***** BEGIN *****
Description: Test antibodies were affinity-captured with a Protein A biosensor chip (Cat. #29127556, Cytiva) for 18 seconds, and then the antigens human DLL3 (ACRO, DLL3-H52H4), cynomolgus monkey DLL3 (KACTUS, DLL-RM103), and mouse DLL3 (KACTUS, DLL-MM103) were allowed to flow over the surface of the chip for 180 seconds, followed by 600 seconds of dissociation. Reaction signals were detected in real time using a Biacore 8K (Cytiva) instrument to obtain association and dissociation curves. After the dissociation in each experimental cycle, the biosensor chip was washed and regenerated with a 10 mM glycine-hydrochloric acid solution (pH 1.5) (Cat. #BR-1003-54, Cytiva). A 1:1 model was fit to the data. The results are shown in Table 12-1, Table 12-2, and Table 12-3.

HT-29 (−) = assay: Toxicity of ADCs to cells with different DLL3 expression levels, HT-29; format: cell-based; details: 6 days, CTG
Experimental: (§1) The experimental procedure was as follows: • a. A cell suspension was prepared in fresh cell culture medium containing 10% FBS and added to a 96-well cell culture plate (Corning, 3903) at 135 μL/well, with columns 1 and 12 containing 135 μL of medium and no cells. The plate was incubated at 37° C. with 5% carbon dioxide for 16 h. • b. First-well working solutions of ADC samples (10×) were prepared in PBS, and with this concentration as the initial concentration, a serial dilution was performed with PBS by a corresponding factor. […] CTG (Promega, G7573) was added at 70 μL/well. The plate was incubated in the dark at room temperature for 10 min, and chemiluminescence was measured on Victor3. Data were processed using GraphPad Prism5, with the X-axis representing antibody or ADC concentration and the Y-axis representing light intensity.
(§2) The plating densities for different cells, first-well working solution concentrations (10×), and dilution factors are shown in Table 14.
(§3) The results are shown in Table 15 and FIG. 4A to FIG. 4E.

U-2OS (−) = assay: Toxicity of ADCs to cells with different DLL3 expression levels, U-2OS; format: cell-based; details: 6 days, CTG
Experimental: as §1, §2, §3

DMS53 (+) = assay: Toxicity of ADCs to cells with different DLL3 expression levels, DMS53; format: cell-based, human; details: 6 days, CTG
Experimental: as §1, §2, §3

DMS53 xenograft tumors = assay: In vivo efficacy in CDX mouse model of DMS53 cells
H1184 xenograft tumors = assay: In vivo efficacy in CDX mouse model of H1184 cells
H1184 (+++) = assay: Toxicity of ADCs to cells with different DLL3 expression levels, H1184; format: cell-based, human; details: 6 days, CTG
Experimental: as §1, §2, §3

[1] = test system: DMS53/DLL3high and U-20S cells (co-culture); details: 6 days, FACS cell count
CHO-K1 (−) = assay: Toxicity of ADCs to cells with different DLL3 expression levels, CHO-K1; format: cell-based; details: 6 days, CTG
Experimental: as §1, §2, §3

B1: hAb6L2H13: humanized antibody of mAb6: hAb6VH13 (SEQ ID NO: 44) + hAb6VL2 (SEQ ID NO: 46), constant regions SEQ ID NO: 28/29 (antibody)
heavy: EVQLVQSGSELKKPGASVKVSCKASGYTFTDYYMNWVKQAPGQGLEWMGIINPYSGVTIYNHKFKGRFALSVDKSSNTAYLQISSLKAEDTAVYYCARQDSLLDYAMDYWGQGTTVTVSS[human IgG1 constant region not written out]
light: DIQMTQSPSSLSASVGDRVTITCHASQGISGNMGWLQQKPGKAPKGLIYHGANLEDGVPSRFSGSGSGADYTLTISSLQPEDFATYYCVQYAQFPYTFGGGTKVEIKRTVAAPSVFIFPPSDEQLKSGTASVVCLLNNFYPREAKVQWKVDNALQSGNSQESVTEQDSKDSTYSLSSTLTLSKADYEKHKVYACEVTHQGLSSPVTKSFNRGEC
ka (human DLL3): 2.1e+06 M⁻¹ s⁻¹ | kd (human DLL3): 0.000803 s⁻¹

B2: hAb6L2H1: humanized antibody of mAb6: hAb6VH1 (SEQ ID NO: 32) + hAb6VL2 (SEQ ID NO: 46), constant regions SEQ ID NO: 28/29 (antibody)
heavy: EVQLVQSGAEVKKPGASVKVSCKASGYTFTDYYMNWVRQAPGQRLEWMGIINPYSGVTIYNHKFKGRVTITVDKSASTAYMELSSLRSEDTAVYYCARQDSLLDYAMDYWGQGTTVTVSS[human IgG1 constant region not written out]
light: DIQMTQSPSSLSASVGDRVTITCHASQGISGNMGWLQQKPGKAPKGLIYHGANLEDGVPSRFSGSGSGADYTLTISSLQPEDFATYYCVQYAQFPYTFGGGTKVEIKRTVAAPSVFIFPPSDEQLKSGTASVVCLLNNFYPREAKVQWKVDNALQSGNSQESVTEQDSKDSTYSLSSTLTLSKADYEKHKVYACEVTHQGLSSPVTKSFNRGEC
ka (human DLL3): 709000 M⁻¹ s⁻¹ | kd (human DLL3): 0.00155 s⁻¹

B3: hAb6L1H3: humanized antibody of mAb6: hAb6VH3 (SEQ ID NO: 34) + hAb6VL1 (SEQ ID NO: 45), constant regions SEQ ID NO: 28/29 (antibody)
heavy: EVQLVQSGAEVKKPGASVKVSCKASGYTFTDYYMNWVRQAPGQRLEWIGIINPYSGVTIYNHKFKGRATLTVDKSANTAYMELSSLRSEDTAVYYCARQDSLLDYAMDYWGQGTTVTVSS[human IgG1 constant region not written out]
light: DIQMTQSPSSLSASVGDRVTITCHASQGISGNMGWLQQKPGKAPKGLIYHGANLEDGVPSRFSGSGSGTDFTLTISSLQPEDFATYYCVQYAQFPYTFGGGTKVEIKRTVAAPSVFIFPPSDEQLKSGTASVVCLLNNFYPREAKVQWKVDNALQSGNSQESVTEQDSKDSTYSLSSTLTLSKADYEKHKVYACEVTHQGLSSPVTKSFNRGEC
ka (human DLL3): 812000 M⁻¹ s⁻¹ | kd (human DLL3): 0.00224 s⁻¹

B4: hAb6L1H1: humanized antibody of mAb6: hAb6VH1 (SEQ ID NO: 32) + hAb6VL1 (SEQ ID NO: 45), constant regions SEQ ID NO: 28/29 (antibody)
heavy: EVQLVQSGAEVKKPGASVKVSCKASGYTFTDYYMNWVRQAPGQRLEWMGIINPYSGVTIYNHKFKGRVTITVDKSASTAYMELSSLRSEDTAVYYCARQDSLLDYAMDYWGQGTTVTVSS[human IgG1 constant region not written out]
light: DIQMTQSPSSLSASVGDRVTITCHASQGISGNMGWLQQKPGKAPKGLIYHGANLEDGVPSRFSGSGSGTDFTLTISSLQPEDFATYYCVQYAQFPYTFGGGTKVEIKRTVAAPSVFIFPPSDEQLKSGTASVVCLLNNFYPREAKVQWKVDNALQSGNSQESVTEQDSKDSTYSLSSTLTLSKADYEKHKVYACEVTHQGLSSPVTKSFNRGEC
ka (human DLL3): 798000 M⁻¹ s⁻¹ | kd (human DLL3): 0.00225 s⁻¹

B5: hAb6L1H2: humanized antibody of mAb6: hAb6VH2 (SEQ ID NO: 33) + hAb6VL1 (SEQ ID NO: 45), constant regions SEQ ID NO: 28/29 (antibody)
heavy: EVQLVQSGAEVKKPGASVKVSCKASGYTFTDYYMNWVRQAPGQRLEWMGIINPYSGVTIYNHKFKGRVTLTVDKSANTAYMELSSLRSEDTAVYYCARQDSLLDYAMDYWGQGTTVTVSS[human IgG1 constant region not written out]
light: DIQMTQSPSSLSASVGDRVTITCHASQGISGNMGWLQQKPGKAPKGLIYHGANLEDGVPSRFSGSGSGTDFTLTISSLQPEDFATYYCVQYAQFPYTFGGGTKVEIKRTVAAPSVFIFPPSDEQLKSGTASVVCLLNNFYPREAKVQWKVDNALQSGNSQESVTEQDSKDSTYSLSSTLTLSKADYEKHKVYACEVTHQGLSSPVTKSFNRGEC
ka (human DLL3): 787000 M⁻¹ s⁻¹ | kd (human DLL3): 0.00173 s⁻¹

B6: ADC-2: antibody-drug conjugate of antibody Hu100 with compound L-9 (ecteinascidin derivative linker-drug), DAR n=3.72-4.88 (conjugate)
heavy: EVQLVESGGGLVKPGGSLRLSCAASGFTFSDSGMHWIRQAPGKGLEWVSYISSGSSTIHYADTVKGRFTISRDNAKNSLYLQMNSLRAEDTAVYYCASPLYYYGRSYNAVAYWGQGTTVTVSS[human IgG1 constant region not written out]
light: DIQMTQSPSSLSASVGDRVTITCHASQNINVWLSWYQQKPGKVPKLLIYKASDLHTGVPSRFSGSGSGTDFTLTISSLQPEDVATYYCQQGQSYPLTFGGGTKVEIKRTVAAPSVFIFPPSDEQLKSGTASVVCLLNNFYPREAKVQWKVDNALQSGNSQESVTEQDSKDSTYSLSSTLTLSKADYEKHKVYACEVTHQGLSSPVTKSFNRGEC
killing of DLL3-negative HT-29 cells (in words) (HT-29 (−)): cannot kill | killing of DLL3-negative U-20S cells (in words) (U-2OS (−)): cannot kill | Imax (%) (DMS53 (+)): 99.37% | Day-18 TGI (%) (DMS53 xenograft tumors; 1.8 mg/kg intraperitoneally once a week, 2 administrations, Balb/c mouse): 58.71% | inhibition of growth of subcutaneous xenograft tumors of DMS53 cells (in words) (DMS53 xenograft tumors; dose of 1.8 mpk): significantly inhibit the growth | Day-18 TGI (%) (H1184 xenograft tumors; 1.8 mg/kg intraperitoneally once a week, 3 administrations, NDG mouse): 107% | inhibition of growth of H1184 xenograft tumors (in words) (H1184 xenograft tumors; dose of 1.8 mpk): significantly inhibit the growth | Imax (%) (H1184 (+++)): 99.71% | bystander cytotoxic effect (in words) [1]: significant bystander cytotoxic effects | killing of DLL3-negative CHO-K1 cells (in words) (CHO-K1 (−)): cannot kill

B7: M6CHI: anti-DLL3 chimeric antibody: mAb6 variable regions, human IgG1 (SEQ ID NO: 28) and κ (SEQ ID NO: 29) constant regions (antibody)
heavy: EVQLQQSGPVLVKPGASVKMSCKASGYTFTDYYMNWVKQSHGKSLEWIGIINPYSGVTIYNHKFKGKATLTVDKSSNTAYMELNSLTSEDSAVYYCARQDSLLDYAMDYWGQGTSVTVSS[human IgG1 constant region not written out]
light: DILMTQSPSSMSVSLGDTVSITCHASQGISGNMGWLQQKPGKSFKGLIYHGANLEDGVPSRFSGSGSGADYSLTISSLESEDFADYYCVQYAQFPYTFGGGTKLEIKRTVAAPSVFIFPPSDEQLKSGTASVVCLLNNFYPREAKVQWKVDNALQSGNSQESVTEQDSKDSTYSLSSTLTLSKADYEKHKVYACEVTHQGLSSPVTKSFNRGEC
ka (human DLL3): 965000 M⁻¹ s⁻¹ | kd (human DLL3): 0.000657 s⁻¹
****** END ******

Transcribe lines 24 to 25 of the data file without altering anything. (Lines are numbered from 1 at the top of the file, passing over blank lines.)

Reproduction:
ka (human DLL3): 709000 M⁻¹ s⁻¹ | kd (human DLL3): 0.00155 s⁻¹

B3: hAb6L1H3: humanized antibody of mAb6: hAb6VH3 (SEQ ID NO: 34) + hAb6VL1 (SEQ ID NO: 45), constant regions SEQ ID NO: 28/29 (antibody)